The skate blade of Tuttle slashed Malarchuk's exterior jugular vein in his neck. It was this accident that caused goalies wear neck protectors. In seconds there was a pool of blood on the ice so large it filled the entire crease. During this whole time, Malarchuk remained conscious. It is because of this, that he remembers the words that he spoke after the accident. Malarchuk flung off his mask and collapsed to the ice in a pool of his own blood, fearing that he was about to die. He asked the trainer:
"Am I going to live?''
Malarchuk struggled to stay conscious, sensing that if he did pass out he'd never wake up. Aware that his mother had been watching the game on TV, he had an equipment manager call and tell her he loved her. Then he asked for a priest.
Something in his mind was telling him to get off the ice, "because I didn't want to die on the ice. I was saying prayers. I was scared."
"I did think I was done," said Malarchuk 13 years later, "Somewhere I'd heard that if you cut your jugular vein you've got a matter of minutes, like three minutes. I was going through the minutes preparing to die. I thought I had just three minutes to live and I've got a lot of repenting to do in three minutes."
The sight was so grizzly that 2 spectators suffered heart attacks and 3 of Malarchuk's teammates vomited while still on the ice.
It was estimated that if the skate hit 1/8 inch higher on Malarchuk's jugular, he would have been dead within 2 minutes. In the dressing room and on his way to the hospital, doctors spent 90 minutes and used over 300 stitches to close the wound.
But Malarchuk's story did not stop there.
In only 3 months, Malarchuk returned to a standing ovation.
As if Malarchuk's jugular scare weren't enough, the Buffalo goalie suffered another close call on Jan. 27, 1992. On that day, following a Super Bowl party, he mixed pain medication with the alcohol he had been drinking at the party. Malarchuk had been given the prescription for pain killers to treat a stomach illness that he contracted on Jan. 23, 1992. The stomach trouble had landed him in a St. Louis hospital. Three days later, he had three or four beers as he watched the Super Bowl in Buffalo. He then went home and took his medication with another alcoholic drink, figuring it would make him drowsy and help him sleep through the night. Instead, he managed to poison himself. During the time, Malarchuk feel into a deep depression, and his unknown Obsessive/Compulsive Disorder caused him to have many sleepless nights. He was determined to get sleep; at that point he didn't matter if he woke up.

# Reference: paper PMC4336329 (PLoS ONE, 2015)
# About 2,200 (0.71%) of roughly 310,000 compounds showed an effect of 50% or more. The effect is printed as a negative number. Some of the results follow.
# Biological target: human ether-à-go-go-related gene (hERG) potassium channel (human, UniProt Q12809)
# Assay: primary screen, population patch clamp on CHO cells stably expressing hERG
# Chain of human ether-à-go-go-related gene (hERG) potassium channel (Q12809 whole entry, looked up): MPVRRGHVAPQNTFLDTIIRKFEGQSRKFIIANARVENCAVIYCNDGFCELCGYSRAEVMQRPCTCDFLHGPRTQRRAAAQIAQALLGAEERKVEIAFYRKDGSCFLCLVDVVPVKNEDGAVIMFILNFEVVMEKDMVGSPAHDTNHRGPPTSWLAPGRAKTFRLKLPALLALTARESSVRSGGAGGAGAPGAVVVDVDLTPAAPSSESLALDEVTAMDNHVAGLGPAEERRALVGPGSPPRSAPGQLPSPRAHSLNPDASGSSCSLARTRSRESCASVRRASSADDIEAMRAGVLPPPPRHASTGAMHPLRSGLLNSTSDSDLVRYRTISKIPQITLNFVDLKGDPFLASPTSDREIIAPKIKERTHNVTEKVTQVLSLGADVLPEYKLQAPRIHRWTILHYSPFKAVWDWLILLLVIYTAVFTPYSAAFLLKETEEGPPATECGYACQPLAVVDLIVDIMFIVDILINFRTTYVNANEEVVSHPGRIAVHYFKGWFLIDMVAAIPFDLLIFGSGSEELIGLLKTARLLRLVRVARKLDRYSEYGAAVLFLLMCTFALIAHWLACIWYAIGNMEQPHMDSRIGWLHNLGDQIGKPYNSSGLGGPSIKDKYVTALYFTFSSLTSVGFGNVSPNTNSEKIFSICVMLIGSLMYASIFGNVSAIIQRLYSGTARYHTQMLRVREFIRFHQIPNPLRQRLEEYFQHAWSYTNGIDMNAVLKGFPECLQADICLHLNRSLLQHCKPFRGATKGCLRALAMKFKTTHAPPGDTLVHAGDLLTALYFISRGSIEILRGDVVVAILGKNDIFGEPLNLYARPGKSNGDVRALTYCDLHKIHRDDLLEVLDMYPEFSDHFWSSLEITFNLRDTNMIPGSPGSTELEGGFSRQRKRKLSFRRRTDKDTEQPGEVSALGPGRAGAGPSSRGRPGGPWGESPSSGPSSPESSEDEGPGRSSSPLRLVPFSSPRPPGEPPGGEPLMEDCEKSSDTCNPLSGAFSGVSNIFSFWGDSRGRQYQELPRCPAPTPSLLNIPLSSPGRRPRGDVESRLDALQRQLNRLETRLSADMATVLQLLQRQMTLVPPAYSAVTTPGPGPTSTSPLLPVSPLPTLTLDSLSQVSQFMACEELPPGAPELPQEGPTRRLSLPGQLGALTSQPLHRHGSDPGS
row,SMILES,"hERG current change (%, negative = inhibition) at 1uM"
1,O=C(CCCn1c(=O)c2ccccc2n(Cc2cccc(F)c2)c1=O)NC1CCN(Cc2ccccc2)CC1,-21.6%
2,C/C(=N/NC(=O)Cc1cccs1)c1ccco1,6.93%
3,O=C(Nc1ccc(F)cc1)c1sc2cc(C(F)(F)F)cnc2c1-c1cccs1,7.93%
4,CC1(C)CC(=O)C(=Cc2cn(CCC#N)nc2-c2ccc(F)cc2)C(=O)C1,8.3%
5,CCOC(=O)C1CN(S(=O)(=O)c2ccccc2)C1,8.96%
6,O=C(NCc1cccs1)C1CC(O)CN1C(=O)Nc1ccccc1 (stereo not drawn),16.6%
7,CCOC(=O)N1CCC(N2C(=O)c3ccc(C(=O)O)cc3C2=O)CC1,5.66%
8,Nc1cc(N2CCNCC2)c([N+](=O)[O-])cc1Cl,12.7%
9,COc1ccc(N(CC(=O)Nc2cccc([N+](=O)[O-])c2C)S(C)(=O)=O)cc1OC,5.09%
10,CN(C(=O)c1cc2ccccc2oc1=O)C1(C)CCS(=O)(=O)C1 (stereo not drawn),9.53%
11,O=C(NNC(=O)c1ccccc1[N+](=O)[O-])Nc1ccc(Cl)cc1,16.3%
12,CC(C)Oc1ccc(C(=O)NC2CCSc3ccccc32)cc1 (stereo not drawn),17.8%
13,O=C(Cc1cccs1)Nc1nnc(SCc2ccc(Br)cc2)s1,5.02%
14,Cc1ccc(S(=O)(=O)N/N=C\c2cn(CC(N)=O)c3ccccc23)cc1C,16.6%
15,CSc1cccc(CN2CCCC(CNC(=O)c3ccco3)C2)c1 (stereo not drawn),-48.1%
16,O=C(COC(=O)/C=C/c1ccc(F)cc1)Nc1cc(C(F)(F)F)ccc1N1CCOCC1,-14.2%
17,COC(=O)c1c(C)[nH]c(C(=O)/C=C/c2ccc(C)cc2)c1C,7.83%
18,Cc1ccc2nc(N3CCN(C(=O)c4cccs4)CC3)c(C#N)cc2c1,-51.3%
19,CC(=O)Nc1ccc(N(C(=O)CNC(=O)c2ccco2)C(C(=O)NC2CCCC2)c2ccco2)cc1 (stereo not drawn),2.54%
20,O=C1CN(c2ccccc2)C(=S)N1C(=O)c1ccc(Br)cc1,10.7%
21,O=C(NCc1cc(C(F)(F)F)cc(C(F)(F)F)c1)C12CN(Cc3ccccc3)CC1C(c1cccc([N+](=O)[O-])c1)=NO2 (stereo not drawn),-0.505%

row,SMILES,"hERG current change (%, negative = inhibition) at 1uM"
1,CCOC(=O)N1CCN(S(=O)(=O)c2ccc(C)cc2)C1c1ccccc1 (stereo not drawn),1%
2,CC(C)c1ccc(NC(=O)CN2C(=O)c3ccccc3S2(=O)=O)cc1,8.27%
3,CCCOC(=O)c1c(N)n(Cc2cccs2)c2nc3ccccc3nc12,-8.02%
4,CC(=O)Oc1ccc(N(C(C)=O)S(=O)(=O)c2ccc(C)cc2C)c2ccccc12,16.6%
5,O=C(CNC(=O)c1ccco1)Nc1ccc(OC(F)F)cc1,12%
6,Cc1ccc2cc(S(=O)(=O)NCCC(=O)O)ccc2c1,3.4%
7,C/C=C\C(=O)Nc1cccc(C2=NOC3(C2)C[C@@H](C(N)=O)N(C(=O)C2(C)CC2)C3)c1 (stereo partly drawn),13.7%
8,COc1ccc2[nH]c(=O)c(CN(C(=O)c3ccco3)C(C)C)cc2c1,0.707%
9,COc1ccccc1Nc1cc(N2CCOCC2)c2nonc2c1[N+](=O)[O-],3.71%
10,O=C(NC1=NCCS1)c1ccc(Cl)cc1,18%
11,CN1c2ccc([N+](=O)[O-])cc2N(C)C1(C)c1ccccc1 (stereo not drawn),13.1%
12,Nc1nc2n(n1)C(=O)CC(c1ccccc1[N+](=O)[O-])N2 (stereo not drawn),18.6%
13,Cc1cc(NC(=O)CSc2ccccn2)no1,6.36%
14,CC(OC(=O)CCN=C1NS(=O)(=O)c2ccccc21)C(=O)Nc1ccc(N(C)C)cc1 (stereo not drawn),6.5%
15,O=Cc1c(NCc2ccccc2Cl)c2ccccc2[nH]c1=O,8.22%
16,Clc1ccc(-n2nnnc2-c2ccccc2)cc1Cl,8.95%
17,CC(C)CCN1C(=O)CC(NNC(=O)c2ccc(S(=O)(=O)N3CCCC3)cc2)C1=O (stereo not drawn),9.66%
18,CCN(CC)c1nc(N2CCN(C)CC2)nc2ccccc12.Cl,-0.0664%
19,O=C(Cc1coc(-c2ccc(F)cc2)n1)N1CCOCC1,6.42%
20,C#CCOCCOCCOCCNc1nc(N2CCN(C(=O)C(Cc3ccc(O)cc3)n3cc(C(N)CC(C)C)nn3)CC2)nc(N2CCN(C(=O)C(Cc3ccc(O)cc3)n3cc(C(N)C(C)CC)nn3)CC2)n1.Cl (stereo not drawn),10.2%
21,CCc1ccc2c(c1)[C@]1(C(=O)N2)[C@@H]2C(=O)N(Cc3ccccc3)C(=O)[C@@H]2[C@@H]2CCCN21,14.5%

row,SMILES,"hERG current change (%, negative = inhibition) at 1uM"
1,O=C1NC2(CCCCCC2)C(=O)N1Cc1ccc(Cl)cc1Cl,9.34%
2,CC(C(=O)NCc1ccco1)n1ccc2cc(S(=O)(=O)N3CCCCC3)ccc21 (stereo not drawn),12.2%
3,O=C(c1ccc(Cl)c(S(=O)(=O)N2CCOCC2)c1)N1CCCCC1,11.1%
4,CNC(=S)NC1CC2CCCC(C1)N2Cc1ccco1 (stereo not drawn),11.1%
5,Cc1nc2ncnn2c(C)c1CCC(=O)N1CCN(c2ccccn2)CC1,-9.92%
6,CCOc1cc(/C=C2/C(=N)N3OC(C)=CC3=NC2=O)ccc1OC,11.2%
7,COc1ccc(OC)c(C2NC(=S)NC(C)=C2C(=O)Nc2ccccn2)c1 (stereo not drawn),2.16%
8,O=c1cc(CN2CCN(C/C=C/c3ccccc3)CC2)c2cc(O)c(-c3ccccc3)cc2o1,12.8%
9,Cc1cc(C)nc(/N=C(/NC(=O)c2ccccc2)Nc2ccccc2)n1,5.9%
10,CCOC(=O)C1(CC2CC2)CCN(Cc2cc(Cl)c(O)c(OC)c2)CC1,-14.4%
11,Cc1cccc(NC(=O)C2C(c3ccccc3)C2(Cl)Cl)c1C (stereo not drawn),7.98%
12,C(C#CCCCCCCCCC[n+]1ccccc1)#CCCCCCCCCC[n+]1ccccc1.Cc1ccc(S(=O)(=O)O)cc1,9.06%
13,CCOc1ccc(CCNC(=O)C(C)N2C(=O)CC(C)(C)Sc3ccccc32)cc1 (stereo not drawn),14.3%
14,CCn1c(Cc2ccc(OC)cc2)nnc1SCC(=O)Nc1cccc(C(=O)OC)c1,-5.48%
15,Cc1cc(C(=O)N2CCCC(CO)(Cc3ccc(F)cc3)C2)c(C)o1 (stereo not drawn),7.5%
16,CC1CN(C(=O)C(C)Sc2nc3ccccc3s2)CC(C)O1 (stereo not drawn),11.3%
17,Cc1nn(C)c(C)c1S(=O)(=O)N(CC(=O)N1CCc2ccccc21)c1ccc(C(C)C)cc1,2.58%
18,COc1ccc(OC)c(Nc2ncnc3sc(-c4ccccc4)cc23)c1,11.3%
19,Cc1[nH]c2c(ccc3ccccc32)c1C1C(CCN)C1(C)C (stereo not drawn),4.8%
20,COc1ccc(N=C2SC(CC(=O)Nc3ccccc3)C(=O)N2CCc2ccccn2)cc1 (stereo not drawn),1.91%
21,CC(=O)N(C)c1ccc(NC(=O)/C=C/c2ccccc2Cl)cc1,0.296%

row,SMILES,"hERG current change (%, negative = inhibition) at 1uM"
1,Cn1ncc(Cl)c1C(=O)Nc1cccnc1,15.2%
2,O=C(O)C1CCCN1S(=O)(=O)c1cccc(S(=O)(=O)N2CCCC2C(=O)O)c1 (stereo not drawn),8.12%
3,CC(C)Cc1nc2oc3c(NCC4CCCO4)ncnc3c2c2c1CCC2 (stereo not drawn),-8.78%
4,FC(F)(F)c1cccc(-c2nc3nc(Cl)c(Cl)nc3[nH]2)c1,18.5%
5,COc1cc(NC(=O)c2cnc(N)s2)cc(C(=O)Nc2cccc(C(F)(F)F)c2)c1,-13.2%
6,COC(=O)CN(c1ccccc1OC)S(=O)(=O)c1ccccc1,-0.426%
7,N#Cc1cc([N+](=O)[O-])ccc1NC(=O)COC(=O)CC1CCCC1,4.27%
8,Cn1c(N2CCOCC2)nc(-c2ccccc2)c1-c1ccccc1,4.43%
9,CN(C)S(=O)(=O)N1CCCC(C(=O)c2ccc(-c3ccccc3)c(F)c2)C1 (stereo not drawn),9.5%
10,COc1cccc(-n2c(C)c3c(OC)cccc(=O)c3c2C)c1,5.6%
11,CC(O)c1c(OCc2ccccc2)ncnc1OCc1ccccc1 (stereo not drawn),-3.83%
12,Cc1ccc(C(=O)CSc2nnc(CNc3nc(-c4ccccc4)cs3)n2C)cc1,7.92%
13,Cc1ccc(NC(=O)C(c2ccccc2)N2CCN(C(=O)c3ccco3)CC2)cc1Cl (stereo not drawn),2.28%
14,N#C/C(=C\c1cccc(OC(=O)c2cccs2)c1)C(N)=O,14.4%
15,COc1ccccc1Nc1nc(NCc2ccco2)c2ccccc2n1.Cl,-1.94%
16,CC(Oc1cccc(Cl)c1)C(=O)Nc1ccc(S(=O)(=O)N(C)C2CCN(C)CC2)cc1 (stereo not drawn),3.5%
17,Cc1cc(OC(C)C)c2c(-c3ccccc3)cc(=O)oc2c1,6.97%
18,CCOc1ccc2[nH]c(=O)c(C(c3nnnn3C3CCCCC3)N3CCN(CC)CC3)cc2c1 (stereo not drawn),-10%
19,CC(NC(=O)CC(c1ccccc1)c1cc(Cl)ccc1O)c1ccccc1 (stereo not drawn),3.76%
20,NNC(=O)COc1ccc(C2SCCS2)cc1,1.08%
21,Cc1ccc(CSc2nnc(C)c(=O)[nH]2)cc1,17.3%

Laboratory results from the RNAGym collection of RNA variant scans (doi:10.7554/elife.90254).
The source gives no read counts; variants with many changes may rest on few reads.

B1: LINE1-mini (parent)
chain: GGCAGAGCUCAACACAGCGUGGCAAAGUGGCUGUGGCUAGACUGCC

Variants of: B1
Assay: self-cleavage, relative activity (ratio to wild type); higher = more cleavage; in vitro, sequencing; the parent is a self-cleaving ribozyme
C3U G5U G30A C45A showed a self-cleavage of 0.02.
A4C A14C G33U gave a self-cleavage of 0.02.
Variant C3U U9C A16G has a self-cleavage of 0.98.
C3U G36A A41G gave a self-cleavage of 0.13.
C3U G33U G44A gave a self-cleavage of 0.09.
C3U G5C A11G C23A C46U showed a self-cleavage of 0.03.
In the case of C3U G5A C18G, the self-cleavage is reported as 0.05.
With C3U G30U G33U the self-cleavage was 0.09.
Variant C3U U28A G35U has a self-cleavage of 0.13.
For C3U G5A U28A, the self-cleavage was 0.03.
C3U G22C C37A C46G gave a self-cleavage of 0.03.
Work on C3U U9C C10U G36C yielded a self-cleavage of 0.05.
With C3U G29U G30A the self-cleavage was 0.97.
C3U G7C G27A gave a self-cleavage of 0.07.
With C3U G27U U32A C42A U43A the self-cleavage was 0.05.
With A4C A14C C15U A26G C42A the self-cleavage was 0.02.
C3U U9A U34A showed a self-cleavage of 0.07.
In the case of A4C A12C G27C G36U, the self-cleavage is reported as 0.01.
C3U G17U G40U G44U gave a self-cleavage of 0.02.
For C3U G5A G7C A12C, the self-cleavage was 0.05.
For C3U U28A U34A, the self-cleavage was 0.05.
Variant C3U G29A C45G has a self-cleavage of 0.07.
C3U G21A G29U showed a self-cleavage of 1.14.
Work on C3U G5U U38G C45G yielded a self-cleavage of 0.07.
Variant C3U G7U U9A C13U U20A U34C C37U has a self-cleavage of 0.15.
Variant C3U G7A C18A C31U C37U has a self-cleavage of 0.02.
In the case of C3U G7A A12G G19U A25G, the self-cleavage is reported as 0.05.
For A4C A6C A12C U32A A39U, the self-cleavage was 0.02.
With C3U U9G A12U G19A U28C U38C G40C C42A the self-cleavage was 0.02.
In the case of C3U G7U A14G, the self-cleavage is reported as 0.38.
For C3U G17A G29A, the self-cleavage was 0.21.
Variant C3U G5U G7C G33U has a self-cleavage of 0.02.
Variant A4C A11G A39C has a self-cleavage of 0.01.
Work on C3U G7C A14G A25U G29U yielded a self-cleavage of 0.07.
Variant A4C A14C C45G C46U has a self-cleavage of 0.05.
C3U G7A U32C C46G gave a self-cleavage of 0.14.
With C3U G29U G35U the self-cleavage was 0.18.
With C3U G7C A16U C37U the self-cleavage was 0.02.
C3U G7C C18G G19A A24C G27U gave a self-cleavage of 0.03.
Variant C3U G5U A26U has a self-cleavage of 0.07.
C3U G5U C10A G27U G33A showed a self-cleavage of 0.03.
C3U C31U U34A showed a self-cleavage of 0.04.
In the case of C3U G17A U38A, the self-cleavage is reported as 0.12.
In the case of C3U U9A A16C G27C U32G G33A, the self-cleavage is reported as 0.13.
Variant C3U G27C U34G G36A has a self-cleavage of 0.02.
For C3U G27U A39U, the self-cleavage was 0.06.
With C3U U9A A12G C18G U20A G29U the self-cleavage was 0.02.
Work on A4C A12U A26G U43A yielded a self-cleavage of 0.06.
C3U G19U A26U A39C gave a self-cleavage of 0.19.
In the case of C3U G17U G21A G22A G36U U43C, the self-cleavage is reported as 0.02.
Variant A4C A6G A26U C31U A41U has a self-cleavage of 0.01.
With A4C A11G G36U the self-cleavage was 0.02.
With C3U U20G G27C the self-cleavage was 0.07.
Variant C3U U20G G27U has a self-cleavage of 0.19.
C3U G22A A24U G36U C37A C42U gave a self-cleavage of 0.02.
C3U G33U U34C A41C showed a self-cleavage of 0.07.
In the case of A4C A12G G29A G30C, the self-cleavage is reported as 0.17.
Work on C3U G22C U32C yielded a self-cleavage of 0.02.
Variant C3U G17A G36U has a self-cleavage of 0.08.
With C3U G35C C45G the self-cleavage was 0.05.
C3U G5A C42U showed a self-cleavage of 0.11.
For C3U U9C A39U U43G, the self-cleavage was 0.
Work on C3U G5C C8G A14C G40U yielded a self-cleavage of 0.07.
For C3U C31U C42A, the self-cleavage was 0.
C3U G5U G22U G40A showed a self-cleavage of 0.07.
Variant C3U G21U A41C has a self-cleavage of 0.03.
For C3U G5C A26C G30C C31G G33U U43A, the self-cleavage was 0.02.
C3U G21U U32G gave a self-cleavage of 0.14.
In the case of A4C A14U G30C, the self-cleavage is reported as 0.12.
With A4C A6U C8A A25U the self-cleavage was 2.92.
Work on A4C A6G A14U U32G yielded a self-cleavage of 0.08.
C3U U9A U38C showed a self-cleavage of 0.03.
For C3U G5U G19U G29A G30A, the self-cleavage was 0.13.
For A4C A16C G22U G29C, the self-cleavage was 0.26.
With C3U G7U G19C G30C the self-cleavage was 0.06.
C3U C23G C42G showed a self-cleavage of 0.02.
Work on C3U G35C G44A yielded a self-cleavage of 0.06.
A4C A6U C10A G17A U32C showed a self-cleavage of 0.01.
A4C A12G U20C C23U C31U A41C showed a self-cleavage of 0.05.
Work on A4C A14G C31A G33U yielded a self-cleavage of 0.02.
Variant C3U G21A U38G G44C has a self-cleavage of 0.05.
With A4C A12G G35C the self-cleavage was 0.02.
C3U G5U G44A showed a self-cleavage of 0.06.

He lost consciousness and was rushed to the Erie County Medical Center. Malarchuk called the mixing of drugs and alcohol the "most traumatic experience I've ever had. The biggest mistake of my life."
In such current times where players wont sign because they want an extra $2 million on their contracts, shoot at the opposing team's basket just to get a rebound, or almost refuse to play due to the fact that their personal trainer is not allowed in the locker room; it's a breath of fresh air to know that some people are still willing to sacrifice everything to the game they love.
Last edited by Melrose_Jr.: 08-19-2005 at 12:35 PM.
Reason: extra warning